Those who regularly follow the Black Hat briefings probably remember Joanna Rutkowska who presented a novel attack against Windows Vista (and any Operating System running on an x86 architecture, in general). She was the first researcher to demonstrate a piece of malware (bluepill) that could run in root or host mode in a current x86 architecture and push the Operating System one layer (ring) below. This technique makes the malware extremely difficult to detect (there are methods to detect that an Operating System has been virtualized, but it would be close to impossible to differentiate a Xen or VMWare hypervisor from bluepill). The name “Bluepill” is indeed quite appropriate as the operating systems (and any anti-malware protection that it could have) continues to run blissfully after taking the “blue pill“, while its integrity is compromised (“Neo… You take the blue pill and the story ends. You wake up in your bed and believe whatever you want to believe“).
A few years passed and Joanna created a company called Invisible Things Labs to develop a secure Operating System (Qubes OS) based on isolation and containment. Joanna herself commented that she doesn’t believe in antivirus and that she doesn’t run one herself. While traditional antivirus are undeniably better than nothing, due to the fact that they rely on pattern matching against known threats they are always one step behind the malware authors. Nowadays, antivirus vendors started to realize this fact and are pursuing other paradigms to improve their effectiveness (behavioral and reputation based systems, for example).
Qubes OS comes from an elegant concept: if you can isolate functional components within disposable containers, and you can separate those components that can be tainted through their interaction with the outside world from the core subsystems, you stand a good chance to preserve the integrity and security of the base Operating System at the possible expense of needing to jump through some hoops to move data around the system. All in all it sounds like a good proposition if it can be demonstrated to be practical.
In its current inception, Qubes OS is based on Fedora core 14, and uses a Xen hypervisor to provide isolation across security domains. Domain 0 is the administrative and management domain and has no networking at all (quite clever!), networking is isolated in its own domain as has a relatively high chance of getting compromised, and user applications can run in their own domains (i.e. a random browsing session running in its own domain can never compromise a secure home banking browsing session). Joanna describes in her own blog how she partitions her digital life across multiple security domains as an example of a possible layout.
The selection of Xen over KVM/Qemu obeys to the fact that it would be very hard to security proof the entire linux kernel and associated utilities to prevent any “leakage” or compromise across virtualized containers, but the codebase for Xen is quite compact and easy to audit.
The current version of Qubes OS is Beta 1 and was released last March. While it’s far from being ready for general consumption (I have tried it in a couple of systems and got it to different running stages, but none of them could be really considered ready for general use), it provides for a good showcase of what this technology is capable of. Essentially, the user logs into a graphical environment, can set up different security domains based on an existing template (provided by the system) and label them with colors indicating their security/trust level (from red to black). Regardless of the color, the security domains are isolated among each other.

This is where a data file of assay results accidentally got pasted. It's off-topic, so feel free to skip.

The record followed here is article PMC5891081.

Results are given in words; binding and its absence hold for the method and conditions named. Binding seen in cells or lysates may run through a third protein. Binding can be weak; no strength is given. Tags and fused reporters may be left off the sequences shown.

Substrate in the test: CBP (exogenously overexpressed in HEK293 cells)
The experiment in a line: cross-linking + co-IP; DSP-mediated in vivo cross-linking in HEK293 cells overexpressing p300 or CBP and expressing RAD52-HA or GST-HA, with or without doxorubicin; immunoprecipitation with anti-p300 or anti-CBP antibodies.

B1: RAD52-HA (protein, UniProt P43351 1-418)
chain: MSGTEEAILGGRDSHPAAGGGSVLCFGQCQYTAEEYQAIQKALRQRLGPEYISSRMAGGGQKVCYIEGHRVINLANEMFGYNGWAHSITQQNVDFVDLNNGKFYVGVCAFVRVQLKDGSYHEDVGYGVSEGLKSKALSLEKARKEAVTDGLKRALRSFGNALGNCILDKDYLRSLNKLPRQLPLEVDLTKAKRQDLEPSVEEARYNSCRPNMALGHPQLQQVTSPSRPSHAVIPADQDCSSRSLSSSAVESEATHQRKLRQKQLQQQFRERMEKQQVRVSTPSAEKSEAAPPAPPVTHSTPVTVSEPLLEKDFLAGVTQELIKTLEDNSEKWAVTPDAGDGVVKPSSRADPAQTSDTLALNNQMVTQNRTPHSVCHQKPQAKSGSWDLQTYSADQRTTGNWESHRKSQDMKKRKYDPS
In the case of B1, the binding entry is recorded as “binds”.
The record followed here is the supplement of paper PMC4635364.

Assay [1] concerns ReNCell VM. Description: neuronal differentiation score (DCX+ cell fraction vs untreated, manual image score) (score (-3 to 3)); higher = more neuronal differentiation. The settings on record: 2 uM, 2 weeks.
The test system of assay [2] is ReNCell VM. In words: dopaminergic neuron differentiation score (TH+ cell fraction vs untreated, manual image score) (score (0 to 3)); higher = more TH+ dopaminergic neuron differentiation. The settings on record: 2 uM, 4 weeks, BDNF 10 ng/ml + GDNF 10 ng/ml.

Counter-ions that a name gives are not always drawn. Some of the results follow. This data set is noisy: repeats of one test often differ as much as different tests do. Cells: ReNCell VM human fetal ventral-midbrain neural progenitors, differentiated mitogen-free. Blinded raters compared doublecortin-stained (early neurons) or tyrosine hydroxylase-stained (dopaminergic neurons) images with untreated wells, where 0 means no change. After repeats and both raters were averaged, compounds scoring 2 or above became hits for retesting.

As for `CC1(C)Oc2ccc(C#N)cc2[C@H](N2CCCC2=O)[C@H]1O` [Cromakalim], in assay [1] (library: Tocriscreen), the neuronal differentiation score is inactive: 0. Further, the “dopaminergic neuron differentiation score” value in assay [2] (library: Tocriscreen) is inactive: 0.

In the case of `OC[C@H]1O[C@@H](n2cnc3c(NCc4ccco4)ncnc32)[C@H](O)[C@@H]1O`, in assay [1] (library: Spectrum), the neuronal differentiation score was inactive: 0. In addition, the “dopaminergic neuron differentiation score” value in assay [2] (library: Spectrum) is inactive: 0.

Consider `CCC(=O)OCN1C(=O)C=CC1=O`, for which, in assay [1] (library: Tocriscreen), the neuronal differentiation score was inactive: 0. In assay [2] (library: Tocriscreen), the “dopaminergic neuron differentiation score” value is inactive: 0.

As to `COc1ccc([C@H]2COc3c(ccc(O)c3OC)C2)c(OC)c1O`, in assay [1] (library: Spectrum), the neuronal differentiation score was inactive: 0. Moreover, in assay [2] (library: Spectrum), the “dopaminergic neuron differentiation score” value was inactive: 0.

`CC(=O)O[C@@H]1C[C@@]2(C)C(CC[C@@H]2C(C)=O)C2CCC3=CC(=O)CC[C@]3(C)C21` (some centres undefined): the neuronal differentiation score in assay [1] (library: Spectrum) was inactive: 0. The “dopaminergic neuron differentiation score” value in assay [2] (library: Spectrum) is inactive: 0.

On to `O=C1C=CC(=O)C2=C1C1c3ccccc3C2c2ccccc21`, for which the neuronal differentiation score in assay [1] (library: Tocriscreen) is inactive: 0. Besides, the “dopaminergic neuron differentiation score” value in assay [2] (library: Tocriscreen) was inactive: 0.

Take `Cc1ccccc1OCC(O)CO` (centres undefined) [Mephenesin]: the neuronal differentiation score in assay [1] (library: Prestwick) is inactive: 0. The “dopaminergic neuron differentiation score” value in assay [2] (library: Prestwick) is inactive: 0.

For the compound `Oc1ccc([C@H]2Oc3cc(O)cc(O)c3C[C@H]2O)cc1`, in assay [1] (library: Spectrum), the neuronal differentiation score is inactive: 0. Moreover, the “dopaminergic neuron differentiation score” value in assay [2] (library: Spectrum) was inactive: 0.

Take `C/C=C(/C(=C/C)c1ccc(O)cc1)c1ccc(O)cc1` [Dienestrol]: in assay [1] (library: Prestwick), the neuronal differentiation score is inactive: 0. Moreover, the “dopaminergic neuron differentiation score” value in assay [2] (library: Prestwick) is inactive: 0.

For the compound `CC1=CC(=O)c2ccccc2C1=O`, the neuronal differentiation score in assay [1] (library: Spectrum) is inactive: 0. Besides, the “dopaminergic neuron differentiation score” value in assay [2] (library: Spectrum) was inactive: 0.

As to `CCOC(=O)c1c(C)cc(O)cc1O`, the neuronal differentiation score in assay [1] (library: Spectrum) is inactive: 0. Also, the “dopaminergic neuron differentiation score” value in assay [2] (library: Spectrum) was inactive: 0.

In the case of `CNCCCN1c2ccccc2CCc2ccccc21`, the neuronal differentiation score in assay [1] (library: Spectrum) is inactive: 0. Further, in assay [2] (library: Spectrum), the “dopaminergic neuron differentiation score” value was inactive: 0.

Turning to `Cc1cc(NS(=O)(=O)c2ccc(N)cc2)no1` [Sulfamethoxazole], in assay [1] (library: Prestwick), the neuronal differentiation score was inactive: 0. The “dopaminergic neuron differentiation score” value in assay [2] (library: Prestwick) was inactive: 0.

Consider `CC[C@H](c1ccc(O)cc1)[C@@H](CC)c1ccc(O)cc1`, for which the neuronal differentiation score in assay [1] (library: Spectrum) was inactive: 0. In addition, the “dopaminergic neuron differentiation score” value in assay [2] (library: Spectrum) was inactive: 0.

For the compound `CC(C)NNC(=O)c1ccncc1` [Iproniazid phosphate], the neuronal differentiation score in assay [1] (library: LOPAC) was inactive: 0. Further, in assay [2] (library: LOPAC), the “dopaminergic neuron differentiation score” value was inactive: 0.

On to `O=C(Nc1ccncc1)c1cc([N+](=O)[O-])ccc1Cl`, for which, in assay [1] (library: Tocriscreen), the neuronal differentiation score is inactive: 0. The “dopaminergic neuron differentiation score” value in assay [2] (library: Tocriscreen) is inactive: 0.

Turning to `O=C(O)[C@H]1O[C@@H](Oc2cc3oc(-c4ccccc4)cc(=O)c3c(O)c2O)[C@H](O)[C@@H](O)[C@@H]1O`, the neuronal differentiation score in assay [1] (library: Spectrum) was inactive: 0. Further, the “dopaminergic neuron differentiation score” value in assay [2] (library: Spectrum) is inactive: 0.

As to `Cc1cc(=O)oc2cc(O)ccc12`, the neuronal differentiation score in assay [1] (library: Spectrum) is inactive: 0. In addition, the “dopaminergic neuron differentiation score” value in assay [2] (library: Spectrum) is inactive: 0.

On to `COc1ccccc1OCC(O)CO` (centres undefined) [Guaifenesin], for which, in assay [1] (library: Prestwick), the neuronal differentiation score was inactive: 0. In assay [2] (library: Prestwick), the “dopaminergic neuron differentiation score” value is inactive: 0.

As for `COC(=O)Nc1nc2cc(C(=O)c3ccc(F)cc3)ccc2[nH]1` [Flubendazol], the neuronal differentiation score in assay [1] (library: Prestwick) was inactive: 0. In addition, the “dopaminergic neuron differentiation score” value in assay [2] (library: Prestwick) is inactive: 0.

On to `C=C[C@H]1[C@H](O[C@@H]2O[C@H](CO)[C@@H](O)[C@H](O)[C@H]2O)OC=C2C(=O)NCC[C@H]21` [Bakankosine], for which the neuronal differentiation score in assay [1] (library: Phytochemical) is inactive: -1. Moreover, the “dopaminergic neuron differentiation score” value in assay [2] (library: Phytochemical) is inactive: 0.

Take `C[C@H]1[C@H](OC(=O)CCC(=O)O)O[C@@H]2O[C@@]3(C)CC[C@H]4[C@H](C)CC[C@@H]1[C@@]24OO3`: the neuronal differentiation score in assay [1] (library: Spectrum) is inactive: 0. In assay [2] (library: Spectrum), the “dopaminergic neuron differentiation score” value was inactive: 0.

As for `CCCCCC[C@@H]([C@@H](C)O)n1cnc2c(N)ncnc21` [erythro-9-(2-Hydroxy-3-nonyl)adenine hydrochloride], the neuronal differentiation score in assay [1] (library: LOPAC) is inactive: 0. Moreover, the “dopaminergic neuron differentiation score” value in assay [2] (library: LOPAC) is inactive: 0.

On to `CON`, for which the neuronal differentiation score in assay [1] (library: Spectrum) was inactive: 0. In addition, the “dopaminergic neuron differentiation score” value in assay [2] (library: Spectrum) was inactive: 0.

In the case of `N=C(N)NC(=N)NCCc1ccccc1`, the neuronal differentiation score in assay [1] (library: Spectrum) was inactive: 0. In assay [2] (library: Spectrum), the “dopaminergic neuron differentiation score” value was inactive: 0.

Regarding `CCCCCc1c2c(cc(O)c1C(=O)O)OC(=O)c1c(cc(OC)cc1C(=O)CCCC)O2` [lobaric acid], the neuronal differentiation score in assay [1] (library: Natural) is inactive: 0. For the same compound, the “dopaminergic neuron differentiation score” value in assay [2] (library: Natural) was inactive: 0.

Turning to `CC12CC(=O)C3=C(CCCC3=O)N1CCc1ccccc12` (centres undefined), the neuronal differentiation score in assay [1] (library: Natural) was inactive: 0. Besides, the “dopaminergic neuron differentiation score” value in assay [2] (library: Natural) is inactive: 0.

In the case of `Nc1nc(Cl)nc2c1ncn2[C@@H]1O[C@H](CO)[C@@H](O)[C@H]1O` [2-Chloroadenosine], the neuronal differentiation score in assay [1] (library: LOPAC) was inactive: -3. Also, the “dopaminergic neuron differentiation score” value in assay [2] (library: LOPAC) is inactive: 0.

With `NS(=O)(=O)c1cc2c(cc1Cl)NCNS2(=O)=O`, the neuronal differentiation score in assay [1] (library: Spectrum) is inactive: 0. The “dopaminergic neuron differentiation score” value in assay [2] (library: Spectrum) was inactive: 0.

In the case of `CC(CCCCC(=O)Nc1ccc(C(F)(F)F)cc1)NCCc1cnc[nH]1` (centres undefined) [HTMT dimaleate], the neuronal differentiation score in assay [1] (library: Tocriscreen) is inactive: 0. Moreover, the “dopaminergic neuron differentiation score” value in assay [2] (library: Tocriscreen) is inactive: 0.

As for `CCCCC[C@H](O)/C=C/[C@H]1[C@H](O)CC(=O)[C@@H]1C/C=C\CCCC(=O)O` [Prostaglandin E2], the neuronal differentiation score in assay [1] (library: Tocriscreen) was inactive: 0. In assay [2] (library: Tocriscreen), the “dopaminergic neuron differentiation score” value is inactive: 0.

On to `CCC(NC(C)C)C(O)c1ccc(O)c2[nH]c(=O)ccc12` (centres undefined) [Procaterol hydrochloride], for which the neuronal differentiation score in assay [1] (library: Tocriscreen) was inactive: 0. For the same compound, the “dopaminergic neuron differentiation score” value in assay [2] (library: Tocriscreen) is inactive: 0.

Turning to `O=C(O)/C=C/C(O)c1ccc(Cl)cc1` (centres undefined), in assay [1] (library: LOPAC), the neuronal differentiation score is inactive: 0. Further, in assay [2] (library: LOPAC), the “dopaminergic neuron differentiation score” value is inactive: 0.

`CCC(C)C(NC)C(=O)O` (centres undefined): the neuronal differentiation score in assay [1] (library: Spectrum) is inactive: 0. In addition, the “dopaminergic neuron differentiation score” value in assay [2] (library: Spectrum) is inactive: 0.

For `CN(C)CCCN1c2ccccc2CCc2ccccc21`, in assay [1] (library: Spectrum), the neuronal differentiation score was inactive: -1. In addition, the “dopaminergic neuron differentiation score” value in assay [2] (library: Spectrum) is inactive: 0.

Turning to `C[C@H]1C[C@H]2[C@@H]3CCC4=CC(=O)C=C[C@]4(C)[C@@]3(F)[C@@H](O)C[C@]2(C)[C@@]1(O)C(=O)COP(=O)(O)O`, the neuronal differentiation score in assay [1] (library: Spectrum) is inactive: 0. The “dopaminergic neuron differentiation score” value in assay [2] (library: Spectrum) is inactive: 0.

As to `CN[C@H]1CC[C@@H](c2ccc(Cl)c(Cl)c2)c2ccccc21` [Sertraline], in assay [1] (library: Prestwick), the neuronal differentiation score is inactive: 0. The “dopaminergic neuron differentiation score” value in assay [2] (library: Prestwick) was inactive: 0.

As it stands now, Qubes OS can run only Linux applications, but there is nothing inherently preventing it from running MS Windows applications (probably a must for adoption in corporate environments) so this could be a feature expected to come up in future releases. In addition to this, data flows in Qubes OS seem to be currently loosely defined or discretionary at best (it is up to the user to move data among domains and there are no hard rules of what can and cannot be accessed and/or copied to/from different level security domains). One could expect some sort of mandatory access control that could help implement some of the formal security models (Bell-LaPadula, Biba, Clark-Wilson, etc.) to appear in future releases, in order to foster Corporate and possibly Government adoption, particularly in multi-user environments.
From a security standpoint, of course Qubes OS is still susceptible to attacks, and the most radical being Bluepill itself, which could be preventing by resorting to Intel Trusted Execution Technology (TXT). Traditional malware, albeit not as frequent in Linux environments, could exploit the exposed security domains, but this should not lead to the compromise of the integrity of the entire system thanks to the isolation among domains. And, of course, attacks to the user (social engineering or otherwise) are still effective as only a discretionary security model is implemented in Qubes as of today.
All in all, Qubes OS is a new and refreshing approach to system security. It is based on a few sound and well proven security principles: concise and auditable code at the core/hypervisor, containment and isolation at the heart (a compromised domain can be disposed of without affecting the integrity of the complete system) and an intuitive graphical interface to allow users to model the segmentation based on their needs. Where it still falls short is in its ability to protect the users from themselves, and history has proven maybe too well that end users can be their worst enemies.